Clinical Cases

A Case Solved with the Sensation Method

Written by David A. Johnson

Homeopath David Johnson solves a case of chronic nausea using the sensation method.

This female client was 37 years of age when seen in November 2006.

P: patient; H: homeopath

P: I’m waking up nauseous in the mornings. Over the past three months, it happens for about a week in the month. I’ll be nauseous and retching in the beginning of the week, and then I’ll feel more queasy. In the past I had a five-month stint of nausea and vomiting every morning.

The nausea is a real unsettled, wavy feeling; I feel repulsed by food or drink. My insides are all disturbed; it’s not the normal feeling of settled or feeling hungry. I feel like everything’s unsettled.

H: What else about the feeling of “unsettled”?

Instead of the feeling of solidness, goodness, wholeness and health I normally experience, there’s a feeling of weakness and strain. The body’s trying to cope; there’s an inability stemming from weakness.

On mild mornings I tend to push through it. I’m much more emotional when it hits. I’m struggling with depression about it.

I feel more anxious after the nausea hits; something comes to mind and I feel the weakness. ”’How can I do that? How am I going to be able to do that?’ I’m put into a helpless state. The nausea is connected with a feeling of ‘I can’t do any of this; I’ll have to depend on others’.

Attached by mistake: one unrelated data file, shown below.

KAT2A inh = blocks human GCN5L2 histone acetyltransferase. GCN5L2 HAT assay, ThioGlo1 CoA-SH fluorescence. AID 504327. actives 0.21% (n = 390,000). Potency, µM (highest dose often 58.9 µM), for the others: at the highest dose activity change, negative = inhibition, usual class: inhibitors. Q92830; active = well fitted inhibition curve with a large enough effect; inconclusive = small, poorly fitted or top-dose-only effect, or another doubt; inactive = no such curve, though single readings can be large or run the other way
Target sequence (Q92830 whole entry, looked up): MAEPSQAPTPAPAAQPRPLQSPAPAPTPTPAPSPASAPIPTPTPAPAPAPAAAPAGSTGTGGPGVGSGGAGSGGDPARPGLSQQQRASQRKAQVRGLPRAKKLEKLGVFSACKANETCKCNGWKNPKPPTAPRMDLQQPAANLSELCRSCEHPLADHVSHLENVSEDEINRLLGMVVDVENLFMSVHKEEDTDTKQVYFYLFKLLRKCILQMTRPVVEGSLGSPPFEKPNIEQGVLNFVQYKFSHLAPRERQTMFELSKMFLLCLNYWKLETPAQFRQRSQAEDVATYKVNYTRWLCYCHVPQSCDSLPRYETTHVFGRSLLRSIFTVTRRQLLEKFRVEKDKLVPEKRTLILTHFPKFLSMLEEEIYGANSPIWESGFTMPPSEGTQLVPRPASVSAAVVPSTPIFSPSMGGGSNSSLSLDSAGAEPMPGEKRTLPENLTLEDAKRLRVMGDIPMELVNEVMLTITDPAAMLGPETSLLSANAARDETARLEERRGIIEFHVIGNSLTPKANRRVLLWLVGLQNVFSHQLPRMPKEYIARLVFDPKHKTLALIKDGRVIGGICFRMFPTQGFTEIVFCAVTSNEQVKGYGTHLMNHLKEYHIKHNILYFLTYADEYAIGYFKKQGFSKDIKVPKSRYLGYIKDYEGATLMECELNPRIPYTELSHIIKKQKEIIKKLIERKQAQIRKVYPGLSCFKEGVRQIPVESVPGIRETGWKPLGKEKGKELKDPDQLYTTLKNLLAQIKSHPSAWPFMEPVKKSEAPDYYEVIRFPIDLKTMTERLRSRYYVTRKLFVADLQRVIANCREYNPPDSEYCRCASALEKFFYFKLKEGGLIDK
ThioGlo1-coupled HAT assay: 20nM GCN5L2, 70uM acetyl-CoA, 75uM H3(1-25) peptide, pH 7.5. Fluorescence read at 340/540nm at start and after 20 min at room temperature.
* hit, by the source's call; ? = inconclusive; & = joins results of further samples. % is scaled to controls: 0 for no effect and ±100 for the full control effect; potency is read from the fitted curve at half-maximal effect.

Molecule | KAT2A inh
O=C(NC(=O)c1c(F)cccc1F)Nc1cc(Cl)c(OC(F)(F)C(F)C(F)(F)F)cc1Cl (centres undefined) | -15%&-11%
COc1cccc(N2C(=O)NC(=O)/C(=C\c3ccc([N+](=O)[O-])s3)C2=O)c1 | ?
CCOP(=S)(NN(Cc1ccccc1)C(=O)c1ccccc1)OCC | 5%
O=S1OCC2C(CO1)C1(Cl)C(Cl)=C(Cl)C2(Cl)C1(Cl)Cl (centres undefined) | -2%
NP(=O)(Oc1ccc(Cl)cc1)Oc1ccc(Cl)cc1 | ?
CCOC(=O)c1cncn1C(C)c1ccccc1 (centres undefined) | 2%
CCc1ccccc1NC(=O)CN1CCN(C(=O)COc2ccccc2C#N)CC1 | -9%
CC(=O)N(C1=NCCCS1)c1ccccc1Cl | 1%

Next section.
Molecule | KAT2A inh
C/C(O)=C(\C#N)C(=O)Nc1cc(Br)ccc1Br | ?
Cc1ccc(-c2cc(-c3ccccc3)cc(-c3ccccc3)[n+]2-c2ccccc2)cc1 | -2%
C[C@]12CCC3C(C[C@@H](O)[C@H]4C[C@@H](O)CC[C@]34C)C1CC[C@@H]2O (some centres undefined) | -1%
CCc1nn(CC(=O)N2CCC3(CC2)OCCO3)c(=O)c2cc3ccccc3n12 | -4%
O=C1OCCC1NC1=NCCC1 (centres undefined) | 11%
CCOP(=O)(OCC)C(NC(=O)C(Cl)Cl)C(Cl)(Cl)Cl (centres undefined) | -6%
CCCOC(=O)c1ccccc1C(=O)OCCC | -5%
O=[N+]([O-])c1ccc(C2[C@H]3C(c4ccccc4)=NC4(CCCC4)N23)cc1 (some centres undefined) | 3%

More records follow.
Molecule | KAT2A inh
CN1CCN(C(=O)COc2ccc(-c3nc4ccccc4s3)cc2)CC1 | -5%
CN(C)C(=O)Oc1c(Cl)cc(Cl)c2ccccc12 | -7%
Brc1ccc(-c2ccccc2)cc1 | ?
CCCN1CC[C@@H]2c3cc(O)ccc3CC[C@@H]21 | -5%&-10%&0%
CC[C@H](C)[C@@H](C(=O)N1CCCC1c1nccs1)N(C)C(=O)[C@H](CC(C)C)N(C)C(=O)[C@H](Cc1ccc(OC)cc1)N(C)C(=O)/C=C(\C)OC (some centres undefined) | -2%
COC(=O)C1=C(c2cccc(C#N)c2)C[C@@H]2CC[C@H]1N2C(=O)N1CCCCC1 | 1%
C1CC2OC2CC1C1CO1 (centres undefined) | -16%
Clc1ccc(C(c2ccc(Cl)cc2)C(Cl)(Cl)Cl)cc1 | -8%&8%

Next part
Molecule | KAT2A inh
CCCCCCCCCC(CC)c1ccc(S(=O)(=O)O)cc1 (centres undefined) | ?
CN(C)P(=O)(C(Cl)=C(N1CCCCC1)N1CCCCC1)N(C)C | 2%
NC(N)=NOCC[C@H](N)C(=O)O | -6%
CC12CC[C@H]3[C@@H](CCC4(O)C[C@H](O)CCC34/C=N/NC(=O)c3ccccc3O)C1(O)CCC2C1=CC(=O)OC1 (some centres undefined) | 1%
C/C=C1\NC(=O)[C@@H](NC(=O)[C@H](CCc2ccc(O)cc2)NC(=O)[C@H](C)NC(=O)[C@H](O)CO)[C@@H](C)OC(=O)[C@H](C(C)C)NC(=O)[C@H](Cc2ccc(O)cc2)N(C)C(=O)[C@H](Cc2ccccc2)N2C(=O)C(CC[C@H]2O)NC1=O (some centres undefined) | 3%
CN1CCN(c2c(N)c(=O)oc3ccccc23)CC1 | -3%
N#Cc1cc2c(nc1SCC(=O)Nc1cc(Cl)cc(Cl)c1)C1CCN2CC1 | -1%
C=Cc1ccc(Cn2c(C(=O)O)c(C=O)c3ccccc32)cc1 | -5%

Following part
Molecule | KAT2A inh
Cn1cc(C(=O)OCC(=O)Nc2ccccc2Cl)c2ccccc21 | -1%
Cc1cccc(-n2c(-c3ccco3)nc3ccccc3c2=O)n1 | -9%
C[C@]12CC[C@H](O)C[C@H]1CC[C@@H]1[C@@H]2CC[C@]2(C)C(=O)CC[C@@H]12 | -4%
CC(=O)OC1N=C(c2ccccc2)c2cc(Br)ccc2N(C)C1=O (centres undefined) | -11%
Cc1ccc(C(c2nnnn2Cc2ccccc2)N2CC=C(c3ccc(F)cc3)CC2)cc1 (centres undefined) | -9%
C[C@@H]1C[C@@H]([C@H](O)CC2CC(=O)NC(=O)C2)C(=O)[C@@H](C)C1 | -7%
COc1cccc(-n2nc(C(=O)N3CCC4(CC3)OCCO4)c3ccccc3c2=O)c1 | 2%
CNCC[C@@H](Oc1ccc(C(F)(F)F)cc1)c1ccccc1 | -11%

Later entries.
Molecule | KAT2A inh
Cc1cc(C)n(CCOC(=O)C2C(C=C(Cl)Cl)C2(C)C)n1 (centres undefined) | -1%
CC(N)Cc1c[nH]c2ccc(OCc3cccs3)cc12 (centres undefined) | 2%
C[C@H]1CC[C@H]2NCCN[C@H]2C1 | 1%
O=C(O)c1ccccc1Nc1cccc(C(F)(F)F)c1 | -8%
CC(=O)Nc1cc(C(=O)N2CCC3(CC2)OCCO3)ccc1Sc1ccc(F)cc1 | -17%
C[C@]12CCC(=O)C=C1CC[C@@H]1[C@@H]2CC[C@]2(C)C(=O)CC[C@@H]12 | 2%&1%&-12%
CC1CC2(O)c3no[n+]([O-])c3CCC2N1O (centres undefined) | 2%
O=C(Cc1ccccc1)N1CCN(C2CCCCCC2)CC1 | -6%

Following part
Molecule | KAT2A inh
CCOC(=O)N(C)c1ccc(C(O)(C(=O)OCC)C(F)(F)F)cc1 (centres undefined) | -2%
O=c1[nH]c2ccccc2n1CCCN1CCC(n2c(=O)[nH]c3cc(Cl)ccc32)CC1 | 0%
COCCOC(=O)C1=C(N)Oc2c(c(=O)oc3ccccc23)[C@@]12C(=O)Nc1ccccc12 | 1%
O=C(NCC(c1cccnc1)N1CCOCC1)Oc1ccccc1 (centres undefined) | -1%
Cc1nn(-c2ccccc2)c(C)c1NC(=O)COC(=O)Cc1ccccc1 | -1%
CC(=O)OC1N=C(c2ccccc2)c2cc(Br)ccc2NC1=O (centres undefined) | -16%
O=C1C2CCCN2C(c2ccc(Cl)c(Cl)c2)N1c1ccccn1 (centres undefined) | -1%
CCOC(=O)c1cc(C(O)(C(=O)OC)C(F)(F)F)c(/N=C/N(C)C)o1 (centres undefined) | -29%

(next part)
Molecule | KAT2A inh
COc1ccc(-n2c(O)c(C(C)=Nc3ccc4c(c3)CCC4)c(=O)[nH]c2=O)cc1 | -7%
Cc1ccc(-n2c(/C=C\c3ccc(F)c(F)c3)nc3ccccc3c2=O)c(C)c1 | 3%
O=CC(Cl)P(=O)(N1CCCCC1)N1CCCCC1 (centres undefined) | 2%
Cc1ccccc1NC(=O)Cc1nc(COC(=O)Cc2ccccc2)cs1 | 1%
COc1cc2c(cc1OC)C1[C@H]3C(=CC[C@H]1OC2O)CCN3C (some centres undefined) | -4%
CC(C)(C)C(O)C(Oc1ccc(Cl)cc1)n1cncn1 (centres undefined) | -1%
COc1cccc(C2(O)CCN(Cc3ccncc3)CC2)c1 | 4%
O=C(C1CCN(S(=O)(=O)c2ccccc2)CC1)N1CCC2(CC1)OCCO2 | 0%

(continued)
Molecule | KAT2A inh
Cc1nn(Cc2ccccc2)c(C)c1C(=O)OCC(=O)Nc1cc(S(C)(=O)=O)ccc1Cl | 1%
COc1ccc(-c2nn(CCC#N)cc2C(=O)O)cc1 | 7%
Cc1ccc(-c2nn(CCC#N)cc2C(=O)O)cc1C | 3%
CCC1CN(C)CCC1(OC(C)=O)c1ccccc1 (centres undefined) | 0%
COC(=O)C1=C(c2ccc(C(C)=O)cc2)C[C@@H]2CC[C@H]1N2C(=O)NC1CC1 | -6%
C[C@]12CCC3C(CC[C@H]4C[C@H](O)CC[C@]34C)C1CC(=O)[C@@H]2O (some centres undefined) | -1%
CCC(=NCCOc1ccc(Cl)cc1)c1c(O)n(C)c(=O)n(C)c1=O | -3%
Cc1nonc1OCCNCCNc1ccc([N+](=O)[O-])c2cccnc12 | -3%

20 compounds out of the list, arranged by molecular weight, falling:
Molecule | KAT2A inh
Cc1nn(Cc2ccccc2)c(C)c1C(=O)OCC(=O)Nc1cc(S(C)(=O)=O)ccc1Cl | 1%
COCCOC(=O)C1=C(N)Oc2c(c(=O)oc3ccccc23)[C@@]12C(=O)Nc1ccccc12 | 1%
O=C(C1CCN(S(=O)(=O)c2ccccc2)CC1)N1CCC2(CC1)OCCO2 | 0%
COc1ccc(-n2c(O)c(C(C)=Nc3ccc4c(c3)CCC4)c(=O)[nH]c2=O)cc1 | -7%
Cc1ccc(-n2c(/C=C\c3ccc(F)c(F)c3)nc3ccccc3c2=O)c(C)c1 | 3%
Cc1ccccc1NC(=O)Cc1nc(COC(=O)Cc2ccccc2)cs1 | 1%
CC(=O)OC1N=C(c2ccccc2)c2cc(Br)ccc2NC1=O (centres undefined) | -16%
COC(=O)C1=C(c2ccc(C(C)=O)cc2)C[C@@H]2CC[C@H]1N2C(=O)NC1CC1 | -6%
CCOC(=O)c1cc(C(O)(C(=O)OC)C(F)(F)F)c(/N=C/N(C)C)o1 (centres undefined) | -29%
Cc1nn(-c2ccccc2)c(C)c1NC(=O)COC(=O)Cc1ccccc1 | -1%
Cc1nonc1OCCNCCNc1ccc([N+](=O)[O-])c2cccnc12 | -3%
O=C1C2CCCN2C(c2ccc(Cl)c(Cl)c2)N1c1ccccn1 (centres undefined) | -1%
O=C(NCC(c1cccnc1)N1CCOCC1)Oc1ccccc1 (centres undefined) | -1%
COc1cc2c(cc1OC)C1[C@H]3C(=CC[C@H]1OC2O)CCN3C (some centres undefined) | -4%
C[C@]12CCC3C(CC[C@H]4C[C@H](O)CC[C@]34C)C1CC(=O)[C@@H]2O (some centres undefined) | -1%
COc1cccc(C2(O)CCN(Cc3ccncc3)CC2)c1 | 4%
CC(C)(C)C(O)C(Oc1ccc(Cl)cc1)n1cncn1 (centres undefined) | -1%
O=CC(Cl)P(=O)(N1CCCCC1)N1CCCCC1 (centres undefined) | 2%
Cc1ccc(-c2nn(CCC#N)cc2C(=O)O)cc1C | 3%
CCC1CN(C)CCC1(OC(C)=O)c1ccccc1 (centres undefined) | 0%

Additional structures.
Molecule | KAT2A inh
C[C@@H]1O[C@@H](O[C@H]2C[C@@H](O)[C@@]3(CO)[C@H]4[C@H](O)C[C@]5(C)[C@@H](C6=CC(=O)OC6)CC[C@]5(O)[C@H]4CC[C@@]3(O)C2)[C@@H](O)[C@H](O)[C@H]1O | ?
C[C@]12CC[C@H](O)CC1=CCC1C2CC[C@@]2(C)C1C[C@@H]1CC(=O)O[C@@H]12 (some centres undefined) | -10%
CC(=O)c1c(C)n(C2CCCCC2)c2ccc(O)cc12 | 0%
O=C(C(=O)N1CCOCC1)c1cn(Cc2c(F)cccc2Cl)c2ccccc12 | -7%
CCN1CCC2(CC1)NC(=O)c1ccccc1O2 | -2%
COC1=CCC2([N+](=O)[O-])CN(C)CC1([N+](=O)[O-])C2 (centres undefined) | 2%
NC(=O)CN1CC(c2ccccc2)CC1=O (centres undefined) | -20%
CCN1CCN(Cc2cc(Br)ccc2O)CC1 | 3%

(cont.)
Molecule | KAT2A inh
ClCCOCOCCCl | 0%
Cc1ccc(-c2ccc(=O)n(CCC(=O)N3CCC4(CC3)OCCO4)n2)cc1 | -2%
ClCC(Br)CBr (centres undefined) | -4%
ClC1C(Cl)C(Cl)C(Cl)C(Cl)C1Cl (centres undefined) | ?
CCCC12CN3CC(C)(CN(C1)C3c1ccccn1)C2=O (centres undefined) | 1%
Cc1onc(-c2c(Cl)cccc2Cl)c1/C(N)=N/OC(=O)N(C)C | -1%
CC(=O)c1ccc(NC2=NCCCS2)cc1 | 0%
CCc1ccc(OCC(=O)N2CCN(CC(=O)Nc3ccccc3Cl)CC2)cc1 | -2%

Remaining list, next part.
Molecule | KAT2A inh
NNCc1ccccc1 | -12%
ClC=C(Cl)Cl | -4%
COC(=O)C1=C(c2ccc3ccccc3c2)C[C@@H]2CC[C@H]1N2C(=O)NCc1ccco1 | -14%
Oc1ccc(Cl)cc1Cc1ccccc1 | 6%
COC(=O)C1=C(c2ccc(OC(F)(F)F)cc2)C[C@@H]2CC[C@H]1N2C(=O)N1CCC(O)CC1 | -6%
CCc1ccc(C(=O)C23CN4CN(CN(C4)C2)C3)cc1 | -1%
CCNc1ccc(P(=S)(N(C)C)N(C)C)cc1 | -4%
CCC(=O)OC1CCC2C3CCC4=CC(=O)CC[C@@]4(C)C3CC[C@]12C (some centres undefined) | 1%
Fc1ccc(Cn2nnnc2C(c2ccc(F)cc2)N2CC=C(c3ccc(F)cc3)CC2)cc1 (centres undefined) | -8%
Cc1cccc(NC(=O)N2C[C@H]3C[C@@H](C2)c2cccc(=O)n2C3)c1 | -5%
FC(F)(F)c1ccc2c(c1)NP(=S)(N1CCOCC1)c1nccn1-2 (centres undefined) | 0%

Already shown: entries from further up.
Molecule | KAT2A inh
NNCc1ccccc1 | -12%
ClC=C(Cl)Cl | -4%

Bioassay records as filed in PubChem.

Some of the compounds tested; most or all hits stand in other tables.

There’s a feeling of weakness” ‘I can’t do this and I need help’. I’ll feel angry, confused, down, depressed, helpless.

H: What’s the opposite feeling?

P: The opposite is that on good mornings, I feel ready for the day. There’s a lot to accomplish; I’m happy, industrious. I’m ready to get things accomplished. I feel peaceful, settled. I feel solid, helpful, whole. It’s a solid, strong, sound feeling vs. an empty, wavering, unsettled, unsure feeling. It’s like solid wood through and through. There’s a quality about it, instead of a veneer.

I want to feel a calmness, a solidness instead of wavering. I want the peace, solidness, wholeness restored. Instead I feel unsettled, wavering, like I’m not going to make it. I’m by myself in a rough, rugged, cold place. I’m feeling on the edge; there’s no help, it’s not safe. I’m hanging on. There are other factors, forces, like cold, harsh wind; the environment is working against my safety.

H: Can you describe more about the hanging on?

P: There’s a feeling of determination, that I will persevere. I can do this, as long as it takes, through whatever. I desperately want to be safe. I’m going to fall if I don’t hang on. There’s a sense of being up high and I’ll fall down.

I’m holding on, but that’s not what’s really holding me there. I’m held there, and yet I’m clinging. There’s an underlying, sustaining undergirding. It’s like a parent holding and carrying the full weight of the child. There’s a sense of enveloping all around. It’s strong and unfailing.

But then there are things that are being beat up from the outside. These circumstances are so hard, painful, aversive; they’re hard and undesirable and I want to be elsewhere.

It’s like a rooted tree when the winds come. There’s a picture of strength, like an oak. The strength comes from being rooted. It’s like a tree in the storm; the tree is rooted in the earth. The earth is stabilizing and nourishing. The tree has to be deep, rooted in. The deeper it can be, the stronger it can be. A tree that’s not real rooted looks like this: (wavering gesture with hand).